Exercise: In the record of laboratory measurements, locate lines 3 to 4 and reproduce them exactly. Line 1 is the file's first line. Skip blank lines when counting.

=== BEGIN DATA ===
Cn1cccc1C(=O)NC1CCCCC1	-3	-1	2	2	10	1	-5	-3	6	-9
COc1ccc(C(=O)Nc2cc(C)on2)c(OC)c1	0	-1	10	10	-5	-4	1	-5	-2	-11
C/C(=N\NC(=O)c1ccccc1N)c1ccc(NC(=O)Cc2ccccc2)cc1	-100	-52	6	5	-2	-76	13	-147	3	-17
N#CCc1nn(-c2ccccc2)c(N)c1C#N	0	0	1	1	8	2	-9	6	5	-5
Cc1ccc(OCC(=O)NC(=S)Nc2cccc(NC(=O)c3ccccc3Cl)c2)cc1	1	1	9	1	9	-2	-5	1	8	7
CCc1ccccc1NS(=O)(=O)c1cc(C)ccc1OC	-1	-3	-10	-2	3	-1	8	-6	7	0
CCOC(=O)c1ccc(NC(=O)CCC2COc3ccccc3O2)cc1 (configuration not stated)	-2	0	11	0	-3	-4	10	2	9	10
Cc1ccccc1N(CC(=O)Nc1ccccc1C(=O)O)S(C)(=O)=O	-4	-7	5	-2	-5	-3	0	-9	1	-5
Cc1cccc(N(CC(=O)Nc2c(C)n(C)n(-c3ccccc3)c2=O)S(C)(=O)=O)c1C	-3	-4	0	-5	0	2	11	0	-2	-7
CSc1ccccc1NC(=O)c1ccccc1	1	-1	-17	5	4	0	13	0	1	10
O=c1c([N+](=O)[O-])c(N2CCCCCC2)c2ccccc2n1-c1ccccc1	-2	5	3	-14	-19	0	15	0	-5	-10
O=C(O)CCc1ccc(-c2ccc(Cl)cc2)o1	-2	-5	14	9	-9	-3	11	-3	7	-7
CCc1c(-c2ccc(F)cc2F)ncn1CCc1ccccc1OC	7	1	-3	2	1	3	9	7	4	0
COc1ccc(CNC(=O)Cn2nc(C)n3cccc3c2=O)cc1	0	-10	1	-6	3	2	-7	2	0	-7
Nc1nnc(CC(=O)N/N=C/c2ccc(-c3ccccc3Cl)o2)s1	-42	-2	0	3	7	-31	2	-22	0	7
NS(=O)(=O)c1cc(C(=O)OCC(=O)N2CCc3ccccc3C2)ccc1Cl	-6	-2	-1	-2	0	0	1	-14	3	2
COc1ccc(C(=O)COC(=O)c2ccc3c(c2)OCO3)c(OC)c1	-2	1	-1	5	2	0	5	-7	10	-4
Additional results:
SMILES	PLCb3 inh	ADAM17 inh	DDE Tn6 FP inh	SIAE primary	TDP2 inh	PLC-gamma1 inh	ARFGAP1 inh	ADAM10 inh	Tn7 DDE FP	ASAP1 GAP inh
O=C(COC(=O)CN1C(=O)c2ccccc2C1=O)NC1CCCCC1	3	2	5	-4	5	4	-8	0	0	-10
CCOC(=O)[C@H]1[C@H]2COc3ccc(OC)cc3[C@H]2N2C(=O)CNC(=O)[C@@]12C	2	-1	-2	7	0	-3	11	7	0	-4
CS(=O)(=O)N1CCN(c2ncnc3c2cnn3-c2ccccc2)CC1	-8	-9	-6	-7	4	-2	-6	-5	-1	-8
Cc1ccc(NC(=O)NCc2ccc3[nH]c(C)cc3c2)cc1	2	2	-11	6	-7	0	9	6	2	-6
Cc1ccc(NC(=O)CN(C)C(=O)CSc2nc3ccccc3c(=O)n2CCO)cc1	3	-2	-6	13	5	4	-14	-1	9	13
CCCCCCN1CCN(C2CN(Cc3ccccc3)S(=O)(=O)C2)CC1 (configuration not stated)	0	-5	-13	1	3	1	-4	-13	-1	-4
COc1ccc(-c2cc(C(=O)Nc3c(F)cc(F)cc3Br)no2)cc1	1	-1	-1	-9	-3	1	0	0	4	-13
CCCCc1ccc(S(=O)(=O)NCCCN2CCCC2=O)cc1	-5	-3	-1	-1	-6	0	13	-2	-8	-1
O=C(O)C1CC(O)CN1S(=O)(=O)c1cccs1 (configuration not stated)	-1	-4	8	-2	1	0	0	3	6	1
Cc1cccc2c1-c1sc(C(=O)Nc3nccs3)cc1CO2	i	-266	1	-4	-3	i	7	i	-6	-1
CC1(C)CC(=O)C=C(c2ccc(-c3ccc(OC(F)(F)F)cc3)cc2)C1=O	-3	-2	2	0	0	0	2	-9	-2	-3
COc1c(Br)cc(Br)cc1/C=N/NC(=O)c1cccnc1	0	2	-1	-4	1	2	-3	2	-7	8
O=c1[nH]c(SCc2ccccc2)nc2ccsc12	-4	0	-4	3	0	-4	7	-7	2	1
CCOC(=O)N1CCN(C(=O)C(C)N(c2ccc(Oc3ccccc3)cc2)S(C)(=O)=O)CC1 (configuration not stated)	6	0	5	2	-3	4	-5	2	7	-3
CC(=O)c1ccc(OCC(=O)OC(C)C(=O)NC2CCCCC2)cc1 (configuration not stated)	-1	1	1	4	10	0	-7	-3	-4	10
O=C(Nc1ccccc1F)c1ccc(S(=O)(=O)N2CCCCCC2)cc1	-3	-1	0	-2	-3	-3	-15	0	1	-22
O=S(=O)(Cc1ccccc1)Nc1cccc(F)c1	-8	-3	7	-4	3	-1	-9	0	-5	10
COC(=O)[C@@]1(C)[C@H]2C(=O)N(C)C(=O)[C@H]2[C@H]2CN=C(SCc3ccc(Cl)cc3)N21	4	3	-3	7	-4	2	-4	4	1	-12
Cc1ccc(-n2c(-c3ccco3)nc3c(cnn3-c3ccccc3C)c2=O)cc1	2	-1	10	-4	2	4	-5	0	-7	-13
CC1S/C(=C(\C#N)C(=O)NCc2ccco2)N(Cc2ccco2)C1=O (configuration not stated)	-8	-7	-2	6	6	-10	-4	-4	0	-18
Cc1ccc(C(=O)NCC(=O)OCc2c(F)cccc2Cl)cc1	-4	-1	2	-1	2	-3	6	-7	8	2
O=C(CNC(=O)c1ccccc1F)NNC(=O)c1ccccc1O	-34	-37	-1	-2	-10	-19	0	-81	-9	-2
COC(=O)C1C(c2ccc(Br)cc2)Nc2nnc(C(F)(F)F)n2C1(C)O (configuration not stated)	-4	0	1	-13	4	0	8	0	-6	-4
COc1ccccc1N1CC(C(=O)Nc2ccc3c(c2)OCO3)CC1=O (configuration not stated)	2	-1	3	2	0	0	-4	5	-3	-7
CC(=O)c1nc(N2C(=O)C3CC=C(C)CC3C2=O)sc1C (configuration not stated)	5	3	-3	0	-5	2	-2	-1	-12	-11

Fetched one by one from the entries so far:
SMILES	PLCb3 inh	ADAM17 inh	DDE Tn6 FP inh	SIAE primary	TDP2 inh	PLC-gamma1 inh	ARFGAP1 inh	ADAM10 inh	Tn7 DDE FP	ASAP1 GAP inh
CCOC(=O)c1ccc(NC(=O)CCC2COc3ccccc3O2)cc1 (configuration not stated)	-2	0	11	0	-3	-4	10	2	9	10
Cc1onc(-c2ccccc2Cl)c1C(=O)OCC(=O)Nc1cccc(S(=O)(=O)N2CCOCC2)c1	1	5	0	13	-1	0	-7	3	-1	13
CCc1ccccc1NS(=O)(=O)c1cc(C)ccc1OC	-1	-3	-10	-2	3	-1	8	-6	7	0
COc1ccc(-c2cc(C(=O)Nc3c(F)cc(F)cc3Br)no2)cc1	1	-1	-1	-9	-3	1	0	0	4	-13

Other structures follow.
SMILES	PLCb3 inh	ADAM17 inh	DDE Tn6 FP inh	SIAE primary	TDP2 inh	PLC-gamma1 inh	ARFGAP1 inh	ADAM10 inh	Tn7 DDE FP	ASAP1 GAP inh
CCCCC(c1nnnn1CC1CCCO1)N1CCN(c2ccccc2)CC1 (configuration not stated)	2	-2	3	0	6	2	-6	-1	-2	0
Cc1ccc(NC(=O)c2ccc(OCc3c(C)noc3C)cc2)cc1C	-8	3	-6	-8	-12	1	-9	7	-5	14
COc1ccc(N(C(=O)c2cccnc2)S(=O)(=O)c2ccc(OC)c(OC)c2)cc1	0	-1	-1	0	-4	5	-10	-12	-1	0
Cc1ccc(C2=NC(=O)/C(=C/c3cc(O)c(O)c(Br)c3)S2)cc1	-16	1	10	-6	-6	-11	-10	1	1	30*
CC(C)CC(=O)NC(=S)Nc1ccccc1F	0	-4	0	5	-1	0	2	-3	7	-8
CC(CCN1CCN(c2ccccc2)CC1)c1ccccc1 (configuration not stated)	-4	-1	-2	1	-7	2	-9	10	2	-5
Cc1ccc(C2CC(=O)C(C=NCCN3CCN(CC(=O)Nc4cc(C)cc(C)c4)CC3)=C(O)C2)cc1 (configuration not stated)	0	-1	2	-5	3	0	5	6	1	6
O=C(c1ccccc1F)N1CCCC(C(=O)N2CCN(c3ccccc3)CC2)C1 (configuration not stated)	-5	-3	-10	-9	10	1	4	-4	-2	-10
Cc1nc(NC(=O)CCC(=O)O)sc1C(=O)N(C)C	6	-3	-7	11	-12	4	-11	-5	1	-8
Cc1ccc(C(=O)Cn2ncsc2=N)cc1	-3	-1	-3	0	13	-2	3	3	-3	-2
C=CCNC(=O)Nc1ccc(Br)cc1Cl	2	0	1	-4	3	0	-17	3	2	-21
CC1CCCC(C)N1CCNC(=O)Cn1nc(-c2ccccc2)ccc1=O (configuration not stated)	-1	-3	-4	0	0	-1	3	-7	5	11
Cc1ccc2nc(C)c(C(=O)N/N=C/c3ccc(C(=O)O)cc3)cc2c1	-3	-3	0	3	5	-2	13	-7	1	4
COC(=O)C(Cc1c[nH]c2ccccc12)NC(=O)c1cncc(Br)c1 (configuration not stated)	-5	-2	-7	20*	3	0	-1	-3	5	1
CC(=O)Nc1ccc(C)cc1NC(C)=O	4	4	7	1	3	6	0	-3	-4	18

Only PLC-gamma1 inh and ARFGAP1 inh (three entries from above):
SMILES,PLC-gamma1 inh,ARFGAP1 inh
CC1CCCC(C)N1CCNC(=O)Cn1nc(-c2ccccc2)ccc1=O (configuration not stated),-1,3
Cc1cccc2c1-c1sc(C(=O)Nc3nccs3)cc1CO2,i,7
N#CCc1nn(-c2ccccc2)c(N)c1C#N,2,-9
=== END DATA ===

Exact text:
C/C(=N\NC(=O)c1ccccc1N)c1ccc(NC(=O)Cc2ccccc2)cc1	-100	-52	6	5	-2	-76	13	-147	3	-17
N#CCc1nn(-c2ccccc2)c(N)c1C#N	0	0	1	1	8	2	-9	6	5	-5